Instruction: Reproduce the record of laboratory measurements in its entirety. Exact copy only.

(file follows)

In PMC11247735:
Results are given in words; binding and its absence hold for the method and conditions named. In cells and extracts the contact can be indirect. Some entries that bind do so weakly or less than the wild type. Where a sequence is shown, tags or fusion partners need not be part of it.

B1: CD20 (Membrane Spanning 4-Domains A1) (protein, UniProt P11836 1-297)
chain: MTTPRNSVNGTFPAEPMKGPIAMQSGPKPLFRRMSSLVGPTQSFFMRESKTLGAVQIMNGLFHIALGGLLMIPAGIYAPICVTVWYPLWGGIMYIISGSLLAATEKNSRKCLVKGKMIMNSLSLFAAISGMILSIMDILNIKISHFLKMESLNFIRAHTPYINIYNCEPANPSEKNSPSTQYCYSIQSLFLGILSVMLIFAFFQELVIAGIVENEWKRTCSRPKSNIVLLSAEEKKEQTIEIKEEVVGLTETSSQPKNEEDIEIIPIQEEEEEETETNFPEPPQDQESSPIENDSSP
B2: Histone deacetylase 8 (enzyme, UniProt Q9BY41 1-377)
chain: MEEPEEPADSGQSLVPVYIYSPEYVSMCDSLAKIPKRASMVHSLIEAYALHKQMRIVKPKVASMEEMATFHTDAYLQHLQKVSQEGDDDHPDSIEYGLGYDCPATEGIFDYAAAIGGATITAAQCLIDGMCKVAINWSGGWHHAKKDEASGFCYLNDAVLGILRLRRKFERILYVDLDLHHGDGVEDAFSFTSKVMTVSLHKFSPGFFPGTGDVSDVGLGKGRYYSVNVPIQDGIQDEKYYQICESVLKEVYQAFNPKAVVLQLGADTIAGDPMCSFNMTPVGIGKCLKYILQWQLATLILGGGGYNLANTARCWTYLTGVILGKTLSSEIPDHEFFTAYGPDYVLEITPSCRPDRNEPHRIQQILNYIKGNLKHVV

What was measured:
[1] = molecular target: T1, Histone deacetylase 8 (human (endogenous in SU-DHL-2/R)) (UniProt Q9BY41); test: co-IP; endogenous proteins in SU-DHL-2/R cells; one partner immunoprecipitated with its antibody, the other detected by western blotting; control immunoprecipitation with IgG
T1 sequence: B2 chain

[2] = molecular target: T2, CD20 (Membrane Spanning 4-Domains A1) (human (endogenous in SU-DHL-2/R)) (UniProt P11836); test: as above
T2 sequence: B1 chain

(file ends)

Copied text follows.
In PMC11247735:
Results are given in words; binding and its absence hold for the method and conditions named. In cells and extracts the contact can be indirect. Some entries that bind do so weakly or less than the wild type. Where a sequence is shown, tags or fusion partners need not be part of it.

B1: CD20 (Membrane Spanning 4-Domains A1) (protein, UniProt P11836 1-297)
chain: MTTPRNSVNGTFPAEPMKGPIAMQSGPKPLFRRMSSLVGPTQSFFMRESKTLGAVQIMNGLFHIALGGLLMIPAGIYAPICVTVWYPLWGGIMYIISGSLLAATEKNSRKCLVKGKMIMNSLSLFAAISGMILSIMDILNIKISHFLKMESLNFIRAHTPYINIYNCEPANPSEKNSPSTQYCYSIQSLFLGILSVMLIFAFFQELVIAGIVENEWKRTCSRPKSNIVLLSAEEKKEQTIEIKEEVVGLTETSSQPKNEEDIEIIPIQEEEEEETETNFPEPPQDQESSPIENDSSP
B2: Histone deacetylase 8 (enzyme, UniProt Q9BY41 1-377)
chain: MEEPEEPADSGQSLVPVYIYSPEYVSMCDSLAKIPKRASMVHSLIEAYALHKQMRIVKPKVASMEEMATFHTDAYLQHLQKVSQEGDDDHPDSIEYGLGYDCPATEGIFDYAAAIGGATITAAQCLIDGMCKVAINWSGGWHHAKKDEASGFCYLNDAVLGILRLRRKFERILYVDLDLHHGDGVEDAFSFTSKVMTVSLHKFSPGFFPGTGDVSDVGLGKGRYYSVNVPIQDGIQDEKYYQICESVLKEVYQAFNPKAVVLQLGADTIAGDPMCSFNMTPVGIGKCLKYILQWQLATLILGGGGYNLANTARCWTYLTGVILGKTLSSEIPDHEFFTAYGPDYVLEITPSCRPDRNEPHRIQQILNYIKGNLKHVV

What was measured:
[1] = molecular target: T1, Histone deacetylase 8 (human (endogenous in SU-DHL-2/R)) (UniProt Q9BY41); test: co-IP; endogenous proteins in SU-DHL-2/R cells; one partner immunoprecipitated with its antibody, the other detected by western blotting; control immunoprecipitation with IgG
T1 sequence: B2 chain

[2] = molecular target: T2, CD20 (Membrane Spanning 4-Domains A1) (human (endogenous in SU-DHL-2/R)) (UniProt P11836); test: as above
T2 sequence: B1 chain